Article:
Goals of Therapy

What are the goals of IBD treatment?

The goal in the treatment of IBD inflammation is to make you feel better (induce remission), minimize side effects from medications, and also to induce mucosal healing. This is the actual healing of the mucosa, or lining, of your gut.

We want to not only improve your IBD symptoms but also to improve the health of your gut itself, and then maintain that improvement. A healthier gut leads to feeling better in the long term. 


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Traditional approach to treatment: step up therapy

The traditional approach to treatment of IBD inflammation is referred to as ‘step up’ therapy, which means trying lower classes of medications first and progressing to stronger medications if needed. Medications called 5-ASAs are the most common treatment if you have mild or moderate IBD.

For severe disease, corticosteroids may be used at first. Surgery may be required, and immunosuppressants and/or biologics may also be considered.

All of these types of medications are described later in this section. Talk to your IBD specialist for more information on step-up therapy.


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New approach to treatment: top down therapy

Recent studies are showing that the best way to induce mucosal healing and improve symptoms is with early aggressive therapy followed by a good long-term maintenance plan. The new approach, called ‘top-down’ therapy, starts with more aggressive therapy with biologics, potentially in combination with immunosuppressants, and then later using other drugs such as 5-ASAs.

By using a more aggressive treatment earlier on, you may achieve more complete remission and change the natural course of the disease, which can prevent flare ups down the road. Talk to your IBD specialist for more information about top down therapy.


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Importance of maintenance therapy

Since IBD never goes away, once remission is achieved, you need maintenance therapy to keep the disease under control. Before proceeding to maintenance therapy, it is important that you have discontinued and no longer require any corticosteroid treatment.

Make sure not to stop any medications just because you are feeling better, because this could lead to a flare and it might be difficult to restart medication without needing surgery or steroids.

Also, your healthcare team will try not to change your medications if you are doing well on your current drug regimen, especially if you are on biologics, because they do not want to induce a flare.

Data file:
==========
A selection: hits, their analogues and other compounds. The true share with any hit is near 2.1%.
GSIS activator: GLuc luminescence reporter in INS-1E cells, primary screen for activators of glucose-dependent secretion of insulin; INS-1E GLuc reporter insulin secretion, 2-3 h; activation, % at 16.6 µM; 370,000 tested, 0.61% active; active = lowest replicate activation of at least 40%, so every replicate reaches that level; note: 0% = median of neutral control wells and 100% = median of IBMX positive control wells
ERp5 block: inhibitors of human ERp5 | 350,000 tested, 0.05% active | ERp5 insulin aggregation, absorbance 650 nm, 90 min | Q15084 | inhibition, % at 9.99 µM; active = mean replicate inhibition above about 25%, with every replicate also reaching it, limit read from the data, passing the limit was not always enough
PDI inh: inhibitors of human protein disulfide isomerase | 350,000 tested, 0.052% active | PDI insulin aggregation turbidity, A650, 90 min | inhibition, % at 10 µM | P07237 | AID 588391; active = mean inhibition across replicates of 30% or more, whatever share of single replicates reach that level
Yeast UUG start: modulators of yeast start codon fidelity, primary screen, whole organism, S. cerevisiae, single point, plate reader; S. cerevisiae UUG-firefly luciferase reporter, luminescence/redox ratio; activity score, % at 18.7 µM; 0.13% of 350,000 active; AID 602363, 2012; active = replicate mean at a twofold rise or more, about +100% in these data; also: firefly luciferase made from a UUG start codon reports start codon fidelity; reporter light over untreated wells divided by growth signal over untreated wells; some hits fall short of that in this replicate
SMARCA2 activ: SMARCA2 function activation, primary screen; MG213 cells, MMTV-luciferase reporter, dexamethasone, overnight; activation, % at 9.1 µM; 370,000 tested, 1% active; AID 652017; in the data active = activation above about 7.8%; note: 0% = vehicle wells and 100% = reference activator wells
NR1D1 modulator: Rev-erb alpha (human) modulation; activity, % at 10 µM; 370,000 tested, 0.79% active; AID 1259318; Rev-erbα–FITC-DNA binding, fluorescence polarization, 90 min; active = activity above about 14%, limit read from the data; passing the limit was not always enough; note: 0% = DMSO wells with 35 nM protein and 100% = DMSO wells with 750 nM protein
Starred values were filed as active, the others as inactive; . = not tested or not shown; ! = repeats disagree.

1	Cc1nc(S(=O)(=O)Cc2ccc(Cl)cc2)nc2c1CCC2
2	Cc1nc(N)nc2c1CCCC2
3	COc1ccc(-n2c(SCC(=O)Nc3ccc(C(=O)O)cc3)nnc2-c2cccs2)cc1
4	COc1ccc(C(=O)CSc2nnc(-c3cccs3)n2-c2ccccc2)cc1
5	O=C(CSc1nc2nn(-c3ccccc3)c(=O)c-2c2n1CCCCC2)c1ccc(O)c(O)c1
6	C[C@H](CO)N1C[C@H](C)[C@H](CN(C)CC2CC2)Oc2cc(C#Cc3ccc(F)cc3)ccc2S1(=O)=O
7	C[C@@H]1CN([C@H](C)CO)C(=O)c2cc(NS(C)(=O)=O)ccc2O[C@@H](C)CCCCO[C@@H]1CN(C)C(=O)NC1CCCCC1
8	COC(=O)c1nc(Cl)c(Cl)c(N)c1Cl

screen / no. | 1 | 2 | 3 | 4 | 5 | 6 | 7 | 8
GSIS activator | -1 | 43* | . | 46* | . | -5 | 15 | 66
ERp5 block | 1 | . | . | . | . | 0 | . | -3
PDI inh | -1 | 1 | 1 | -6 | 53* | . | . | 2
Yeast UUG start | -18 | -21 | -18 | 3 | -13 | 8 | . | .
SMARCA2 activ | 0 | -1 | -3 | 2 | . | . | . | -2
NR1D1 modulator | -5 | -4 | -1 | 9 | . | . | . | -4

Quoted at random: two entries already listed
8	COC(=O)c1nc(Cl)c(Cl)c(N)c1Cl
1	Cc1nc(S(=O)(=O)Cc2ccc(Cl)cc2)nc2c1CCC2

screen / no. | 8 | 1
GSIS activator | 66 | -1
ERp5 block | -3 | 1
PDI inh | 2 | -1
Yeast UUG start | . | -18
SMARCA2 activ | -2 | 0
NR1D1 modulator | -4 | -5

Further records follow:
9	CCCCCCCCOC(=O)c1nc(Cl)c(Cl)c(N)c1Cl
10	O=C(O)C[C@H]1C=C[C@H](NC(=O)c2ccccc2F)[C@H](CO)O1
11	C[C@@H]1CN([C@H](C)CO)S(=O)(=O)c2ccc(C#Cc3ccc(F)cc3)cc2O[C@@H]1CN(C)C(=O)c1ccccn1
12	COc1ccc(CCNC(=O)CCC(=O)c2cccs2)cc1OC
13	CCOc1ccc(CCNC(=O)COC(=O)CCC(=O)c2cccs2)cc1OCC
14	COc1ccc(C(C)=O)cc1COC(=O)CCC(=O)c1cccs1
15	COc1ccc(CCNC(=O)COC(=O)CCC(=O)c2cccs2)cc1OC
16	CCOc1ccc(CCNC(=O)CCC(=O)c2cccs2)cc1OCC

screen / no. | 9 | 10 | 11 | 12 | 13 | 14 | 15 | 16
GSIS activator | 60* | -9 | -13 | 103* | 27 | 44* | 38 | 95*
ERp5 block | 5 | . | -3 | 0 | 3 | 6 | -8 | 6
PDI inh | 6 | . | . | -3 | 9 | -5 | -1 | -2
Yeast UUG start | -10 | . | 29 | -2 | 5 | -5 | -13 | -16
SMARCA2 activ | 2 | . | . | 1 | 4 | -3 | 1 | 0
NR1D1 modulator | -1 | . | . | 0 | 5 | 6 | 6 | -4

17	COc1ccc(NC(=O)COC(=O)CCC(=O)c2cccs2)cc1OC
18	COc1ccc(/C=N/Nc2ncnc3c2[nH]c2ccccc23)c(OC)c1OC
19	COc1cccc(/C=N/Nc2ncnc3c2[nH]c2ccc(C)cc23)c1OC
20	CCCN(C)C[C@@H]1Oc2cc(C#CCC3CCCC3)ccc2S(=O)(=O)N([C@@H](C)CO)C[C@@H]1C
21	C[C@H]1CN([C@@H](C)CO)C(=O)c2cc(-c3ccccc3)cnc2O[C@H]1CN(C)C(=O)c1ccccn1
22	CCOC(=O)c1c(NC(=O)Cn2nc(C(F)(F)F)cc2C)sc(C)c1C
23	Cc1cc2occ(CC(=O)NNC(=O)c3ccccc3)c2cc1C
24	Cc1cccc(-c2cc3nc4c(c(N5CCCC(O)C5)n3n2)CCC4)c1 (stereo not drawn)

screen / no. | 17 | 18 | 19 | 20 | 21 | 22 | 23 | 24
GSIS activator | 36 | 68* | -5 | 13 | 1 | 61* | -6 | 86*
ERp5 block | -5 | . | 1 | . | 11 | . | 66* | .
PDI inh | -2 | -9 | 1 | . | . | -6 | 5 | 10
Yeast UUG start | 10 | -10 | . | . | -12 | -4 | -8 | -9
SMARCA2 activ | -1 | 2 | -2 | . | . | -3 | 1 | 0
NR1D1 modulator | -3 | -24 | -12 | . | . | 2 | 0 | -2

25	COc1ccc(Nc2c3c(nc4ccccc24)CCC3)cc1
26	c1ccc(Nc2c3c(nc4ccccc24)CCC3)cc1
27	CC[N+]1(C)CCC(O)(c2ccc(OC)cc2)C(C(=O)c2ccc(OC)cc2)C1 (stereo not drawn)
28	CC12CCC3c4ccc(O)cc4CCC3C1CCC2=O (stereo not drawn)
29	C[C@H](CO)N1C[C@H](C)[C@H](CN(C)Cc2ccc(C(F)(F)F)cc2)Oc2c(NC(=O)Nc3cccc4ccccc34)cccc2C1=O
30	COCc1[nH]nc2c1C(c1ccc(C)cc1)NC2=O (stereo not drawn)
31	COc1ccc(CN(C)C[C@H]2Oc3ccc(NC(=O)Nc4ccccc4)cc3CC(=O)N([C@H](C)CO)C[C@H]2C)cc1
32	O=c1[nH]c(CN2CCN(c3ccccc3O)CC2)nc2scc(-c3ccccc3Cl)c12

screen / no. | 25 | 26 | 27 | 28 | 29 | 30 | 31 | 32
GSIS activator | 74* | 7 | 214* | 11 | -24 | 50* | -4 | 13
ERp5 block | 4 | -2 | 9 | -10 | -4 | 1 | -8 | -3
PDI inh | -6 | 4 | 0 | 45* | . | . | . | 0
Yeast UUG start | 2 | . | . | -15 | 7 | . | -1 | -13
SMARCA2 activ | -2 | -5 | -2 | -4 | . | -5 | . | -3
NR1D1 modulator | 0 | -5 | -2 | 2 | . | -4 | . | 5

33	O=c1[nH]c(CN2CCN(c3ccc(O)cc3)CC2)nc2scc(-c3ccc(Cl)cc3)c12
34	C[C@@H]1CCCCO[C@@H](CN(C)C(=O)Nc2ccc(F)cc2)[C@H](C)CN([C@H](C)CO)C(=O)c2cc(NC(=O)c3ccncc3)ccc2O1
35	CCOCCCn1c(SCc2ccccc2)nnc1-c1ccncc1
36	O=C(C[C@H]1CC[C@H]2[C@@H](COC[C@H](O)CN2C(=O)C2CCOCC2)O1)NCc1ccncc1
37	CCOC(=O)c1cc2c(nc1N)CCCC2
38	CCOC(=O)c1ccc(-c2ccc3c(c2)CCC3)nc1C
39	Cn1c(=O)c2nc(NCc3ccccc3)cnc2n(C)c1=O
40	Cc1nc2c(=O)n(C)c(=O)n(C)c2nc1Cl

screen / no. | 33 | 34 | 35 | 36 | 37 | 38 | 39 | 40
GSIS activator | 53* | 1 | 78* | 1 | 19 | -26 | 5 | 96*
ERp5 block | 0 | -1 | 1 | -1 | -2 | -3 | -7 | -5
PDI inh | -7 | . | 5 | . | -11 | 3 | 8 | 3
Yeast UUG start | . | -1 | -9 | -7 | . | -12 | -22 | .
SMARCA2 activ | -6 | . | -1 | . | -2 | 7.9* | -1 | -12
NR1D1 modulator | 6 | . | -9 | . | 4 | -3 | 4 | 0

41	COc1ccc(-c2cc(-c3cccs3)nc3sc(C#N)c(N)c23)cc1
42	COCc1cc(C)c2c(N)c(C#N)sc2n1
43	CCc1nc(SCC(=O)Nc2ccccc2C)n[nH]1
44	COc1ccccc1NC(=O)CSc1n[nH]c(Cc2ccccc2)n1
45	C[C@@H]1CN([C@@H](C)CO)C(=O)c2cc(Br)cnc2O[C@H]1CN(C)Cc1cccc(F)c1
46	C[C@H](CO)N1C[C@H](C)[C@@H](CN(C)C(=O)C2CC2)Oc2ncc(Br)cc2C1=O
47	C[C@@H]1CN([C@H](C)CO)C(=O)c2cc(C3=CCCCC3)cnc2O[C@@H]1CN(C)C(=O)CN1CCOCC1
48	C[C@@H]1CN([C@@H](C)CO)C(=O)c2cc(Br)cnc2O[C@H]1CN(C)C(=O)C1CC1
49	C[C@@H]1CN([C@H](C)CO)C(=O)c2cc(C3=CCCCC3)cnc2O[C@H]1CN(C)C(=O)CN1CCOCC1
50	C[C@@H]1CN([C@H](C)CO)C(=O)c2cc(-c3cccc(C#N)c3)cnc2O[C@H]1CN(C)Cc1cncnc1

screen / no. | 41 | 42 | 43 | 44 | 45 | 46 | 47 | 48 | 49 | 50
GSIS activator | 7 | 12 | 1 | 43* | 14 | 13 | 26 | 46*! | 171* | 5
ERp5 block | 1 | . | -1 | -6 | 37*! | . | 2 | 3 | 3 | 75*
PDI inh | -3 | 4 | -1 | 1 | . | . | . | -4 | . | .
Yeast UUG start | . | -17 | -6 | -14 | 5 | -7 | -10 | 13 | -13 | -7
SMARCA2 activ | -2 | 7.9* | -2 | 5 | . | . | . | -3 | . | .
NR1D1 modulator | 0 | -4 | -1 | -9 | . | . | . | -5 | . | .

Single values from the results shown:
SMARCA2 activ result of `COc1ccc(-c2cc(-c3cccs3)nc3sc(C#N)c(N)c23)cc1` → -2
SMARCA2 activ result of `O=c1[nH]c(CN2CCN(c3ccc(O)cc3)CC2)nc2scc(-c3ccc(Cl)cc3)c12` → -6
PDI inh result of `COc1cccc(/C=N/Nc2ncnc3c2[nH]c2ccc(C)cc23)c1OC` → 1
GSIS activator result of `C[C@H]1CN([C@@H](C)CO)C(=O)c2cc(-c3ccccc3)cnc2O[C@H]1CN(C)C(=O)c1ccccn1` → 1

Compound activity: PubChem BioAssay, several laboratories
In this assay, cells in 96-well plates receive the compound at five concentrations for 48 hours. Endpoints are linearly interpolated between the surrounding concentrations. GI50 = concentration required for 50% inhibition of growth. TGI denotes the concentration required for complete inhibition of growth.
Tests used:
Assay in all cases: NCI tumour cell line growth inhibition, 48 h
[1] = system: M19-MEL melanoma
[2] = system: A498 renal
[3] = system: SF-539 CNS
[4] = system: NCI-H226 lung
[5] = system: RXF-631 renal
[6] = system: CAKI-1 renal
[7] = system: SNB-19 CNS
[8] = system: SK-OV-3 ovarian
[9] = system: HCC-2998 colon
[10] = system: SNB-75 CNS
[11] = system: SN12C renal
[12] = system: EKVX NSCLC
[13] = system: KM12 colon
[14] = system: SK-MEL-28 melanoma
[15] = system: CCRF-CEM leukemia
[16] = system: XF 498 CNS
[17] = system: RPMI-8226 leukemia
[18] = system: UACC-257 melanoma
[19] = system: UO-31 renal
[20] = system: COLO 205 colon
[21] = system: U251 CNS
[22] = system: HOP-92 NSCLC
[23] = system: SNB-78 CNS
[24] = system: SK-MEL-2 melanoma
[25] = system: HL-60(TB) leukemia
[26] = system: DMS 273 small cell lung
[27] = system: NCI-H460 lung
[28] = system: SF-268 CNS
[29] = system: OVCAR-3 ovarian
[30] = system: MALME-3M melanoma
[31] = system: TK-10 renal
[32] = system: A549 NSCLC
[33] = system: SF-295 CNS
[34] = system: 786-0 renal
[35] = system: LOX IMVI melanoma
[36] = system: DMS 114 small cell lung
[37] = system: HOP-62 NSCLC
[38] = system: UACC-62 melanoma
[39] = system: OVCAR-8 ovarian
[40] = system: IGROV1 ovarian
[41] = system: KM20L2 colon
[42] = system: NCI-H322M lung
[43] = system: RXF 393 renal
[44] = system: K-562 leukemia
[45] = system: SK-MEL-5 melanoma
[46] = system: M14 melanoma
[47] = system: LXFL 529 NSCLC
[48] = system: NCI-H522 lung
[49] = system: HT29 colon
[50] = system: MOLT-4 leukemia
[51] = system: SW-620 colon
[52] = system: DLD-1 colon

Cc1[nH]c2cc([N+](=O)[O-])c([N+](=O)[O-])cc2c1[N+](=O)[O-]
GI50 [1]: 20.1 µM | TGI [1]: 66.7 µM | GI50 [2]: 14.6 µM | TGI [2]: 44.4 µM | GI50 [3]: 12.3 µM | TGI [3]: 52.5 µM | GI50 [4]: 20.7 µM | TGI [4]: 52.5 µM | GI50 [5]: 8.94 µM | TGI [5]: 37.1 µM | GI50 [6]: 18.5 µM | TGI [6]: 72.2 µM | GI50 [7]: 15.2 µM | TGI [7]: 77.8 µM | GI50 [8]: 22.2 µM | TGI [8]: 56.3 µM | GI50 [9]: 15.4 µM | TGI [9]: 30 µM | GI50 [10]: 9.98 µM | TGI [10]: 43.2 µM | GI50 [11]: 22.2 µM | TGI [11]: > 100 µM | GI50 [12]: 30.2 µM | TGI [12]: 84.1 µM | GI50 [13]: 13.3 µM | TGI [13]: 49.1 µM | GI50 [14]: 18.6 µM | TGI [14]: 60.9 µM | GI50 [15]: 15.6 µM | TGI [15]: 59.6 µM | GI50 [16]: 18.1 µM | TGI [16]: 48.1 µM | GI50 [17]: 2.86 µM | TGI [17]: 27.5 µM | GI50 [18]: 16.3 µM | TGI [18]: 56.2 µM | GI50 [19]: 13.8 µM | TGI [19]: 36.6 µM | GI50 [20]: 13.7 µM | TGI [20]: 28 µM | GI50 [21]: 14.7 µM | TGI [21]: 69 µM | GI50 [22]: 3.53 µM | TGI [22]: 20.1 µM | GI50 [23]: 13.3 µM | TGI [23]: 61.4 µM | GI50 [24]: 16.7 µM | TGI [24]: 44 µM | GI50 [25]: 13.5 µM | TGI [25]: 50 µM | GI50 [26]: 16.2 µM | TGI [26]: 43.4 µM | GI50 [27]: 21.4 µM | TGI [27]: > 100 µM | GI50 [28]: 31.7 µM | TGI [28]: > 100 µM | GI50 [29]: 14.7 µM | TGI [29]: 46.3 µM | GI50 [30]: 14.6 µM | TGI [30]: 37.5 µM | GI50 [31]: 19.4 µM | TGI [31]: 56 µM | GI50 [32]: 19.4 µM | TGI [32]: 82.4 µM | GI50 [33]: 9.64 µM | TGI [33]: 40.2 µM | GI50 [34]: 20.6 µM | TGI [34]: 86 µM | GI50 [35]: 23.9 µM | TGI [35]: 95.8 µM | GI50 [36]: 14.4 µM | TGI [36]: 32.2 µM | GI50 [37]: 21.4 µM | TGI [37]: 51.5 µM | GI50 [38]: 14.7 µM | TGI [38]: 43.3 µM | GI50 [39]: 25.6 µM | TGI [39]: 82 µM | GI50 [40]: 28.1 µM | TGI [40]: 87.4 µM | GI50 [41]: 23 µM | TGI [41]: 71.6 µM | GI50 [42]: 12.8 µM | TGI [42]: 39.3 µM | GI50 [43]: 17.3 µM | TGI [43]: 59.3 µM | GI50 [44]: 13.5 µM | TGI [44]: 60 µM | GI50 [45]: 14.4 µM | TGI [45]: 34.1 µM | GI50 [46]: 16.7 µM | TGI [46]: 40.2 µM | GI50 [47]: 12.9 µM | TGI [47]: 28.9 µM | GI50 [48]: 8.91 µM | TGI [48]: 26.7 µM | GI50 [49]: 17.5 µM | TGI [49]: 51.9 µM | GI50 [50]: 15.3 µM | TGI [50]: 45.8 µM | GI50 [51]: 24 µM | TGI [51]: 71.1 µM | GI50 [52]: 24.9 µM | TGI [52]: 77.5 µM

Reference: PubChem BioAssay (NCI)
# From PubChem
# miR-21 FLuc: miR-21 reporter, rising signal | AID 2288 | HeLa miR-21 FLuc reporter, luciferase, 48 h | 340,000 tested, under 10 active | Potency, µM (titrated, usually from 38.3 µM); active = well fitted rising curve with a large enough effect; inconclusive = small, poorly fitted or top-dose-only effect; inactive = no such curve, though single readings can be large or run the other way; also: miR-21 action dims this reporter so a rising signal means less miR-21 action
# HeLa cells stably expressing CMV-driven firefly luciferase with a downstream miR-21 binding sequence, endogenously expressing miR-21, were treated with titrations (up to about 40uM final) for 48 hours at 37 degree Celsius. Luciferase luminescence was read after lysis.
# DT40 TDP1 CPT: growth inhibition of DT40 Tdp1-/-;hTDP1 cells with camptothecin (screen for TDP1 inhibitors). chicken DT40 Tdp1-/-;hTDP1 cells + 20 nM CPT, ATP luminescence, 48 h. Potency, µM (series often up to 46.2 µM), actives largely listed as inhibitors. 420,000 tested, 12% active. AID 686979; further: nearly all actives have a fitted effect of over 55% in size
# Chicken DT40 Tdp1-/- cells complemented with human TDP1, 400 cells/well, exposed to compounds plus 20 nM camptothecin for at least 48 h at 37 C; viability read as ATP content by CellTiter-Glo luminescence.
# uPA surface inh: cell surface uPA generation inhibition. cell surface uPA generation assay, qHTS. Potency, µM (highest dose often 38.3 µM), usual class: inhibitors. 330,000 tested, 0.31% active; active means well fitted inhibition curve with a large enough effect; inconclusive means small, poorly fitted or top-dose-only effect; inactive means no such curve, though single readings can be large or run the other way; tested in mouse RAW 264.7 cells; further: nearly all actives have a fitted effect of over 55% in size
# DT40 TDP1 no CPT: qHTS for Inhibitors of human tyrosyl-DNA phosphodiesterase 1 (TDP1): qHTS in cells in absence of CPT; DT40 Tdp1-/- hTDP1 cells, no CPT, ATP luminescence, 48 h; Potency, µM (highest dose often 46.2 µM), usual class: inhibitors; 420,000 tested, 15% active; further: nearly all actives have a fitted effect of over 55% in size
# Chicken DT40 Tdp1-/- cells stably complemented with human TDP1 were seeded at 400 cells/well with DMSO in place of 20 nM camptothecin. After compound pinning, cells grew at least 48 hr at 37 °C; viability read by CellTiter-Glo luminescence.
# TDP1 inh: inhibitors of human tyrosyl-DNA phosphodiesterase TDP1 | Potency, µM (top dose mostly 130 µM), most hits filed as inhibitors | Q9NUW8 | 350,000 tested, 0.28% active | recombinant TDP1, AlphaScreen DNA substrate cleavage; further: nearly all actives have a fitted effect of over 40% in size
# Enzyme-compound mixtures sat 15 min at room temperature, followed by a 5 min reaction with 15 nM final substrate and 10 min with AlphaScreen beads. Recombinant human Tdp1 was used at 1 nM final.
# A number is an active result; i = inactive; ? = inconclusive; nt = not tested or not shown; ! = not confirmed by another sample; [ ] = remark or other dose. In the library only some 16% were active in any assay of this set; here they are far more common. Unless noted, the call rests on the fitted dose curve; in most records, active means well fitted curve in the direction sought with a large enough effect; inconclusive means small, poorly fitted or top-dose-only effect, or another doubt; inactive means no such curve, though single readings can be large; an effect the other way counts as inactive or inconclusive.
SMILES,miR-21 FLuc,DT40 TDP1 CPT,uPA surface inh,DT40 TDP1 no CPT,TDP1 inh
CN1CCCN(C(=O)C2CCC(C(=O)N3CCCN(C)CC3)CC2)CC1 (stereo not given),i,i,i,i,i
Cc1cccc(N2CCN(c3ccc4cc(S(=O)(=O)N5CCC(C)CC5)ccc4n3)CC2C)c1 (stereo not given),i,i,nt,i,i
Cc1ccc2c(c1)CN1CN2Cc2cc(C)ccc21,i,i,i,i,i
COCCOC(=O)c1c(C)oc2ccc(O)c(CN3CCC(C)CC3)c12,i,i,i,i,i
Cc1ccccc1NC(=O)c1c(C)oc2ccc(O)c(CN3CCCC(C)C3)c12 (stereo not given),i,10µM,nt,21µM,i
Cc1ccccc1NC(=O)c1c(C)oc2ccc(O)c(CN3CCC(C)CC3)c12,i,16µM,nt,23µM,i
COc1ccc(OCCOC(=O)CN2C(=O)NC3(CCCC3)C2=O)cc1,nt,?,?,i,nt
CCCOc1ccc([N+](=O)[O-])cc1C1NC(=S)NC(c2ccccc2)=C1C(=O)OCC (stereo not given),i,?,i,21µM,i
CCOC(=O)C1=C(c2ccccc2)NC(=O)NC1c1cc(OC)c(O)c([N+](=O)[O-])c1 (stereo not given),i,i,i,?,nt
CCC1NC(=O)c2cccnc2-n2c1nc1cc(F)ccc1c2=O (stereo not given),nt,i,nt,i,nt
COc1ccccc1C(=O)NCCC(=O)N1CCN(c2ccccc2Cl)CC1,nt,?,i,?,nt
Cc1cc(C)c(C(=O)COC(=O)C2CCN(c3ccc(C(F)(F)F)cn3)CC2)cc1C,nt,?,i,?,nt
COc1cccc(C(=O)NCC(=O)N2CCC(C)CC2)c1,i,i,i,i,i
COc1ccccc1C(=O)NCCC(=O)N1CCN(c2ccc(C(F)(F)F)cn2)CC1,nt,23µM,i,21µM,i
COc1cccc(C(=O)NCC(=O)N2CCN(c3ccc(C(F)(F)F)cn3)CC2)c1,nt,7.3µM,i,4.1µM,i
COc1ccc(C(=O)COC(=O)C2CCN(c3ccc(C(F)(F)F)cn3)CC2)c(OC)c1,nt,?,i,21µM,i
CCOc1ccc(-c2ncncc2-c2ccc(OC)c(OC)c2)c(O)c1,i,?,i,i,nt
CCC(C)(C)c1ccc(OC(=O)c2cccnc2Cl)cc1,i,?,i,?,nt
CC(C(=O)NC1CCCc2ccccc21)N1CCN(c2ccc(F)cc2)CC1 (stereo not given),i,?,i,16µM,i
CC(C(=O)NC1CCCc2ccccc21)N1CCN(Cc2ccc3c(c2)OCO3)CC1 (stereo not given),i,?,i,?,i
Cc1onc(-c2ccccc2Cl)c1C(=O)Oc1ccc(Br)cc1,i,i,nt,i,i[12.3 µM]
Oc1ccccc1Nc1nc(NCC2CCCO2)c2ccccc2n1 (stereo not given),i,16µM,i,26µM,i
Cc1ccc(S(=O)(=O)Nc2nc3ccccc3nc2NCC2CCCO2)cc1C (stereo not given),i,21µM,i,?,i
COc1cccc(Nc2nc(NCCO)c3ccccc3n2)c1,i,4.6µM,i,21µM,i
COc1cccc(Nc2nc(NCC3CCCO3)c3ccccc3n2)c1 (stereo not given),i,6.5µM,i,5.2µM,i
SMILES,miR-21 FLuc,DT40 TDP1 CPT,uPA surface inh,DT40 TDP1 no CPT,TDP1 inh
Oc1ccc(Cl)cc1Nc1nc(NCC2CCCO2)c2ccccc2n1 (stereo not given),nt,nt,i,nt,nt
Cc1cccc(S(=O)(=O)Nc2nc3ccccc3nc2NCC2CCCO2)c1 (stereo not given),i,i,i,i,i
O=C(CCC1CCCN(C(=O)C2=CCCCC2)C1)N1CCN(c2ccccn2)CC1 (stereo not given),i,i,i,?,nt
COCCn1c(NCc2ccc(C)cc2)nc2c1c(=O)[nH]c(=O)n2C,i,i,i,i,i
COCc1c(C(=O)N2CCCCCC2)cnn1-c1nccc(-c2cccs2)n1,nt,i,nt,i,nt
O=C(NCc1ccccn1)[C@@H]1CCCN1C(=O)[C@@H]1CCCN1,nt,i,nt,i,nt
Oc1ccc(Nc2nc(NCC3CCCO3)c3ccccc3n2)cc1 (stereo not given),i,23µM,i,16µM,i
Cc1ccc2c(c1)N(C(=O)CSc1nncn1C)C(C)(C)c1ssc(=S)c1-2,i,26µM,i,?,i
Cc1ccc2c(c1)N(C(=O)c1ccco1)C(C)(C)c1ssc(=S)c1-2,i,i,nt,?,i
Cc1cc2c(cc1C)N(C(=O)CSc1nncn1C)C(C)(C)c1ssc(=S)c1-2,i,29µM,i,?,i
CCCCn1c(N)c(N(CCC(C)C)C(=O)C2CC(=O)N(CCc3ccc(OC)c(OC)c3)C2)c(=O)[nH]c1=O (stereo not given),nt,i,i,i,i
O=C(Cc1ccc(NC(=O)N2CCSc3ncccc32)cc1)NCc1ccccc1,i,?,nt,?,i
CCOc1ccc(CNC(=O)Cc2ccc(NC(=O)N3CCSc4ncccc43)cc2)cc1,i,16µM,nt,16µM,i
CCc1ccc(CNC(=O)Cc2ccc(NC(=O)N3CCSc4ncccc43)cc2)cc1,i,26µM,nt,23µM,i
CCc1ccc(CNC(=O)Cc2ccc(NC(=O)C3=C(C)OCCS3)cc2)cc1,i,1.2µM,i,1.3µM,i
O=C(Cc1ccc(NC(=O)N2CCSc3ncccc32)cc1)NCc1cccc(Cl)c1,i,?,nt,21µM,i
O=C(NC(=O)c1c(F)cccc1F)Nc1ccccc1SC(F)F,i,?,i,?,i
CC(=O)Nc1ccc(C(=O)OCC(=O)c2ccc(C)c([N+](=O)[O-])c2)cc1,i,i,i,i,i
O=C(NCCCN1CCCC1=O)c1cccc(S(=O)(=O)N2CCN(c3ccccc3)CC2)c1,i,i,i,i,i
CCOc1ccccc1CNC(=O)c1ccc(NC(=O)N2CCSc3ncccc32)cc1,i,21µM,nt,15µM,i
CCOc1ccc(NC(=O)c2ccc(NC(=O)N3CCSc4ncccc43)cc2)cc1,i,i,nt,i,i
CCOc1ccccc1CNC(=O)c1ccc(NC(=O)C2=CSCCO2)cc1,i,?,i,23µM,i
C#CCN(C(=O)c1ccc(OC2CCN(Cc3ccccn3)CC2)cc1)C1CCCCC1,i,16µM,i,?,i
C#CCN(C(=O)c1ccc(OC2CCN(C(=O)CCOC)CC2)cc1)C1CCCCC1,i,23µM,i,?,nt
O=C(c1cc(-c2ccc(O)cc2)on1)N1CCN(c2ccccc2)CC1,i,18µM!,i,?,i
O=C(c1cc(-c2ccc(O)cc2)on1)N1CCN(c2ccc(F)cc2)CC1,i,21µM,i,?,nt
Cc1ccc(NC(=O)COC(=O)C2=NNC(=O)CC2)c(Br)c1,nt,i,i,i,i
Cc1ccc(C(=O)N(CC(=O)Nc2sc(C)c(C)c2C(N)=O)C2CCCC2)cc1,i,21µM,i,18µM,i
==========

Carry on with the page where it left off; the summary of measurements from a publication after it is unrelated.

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Medications for inflammation

There are different types of medications you might take if you have IBD. These would most likely include medications for inflammation, which the information in this section focuses on. 

Other medications you might take (i.e., medications for pain or medications that treat symptoms without focusing on inflammation such as medical cannabis) are covered later in our Symptom Management section.

Stress and anxiety are important contributors to pain and your symptom experience. Strategies and treatments to manage stress an anxiety are discussed later in the Mental Health section. 

When taking medications, it is very important that you stick to your treatment regimen. This means paying attention to the instructions on the drug label (i.e., eat with meals), following the frequency and dosage of your medications, and renewing your medications on time. Again, don’t stop taking your medications without first discussing it with your health care provider or IBD specialist.

IBD is chronic, and you will probably need to take some sort of medication for the rest of your life. The actual medication, amount, frequency, and dosage may vary over time. Work with your doctor and nurse practitioner to determine the medications that are best for you.

Medications that are used to treat inflammation in IBD include antibiotics, aminosalicylates (sulfasalazine or 5-ASA), immunosuppressants, corticosteroids, and biologic and biosimilar therapies. Emerging therapies that may be effective in the management of IBD include Fecal Microbiota Transplant, also known as Fecal Matter Transplant (FMT).

Watch the video below to get a quick overview of medications and treatment used for Crohn's and colitis.


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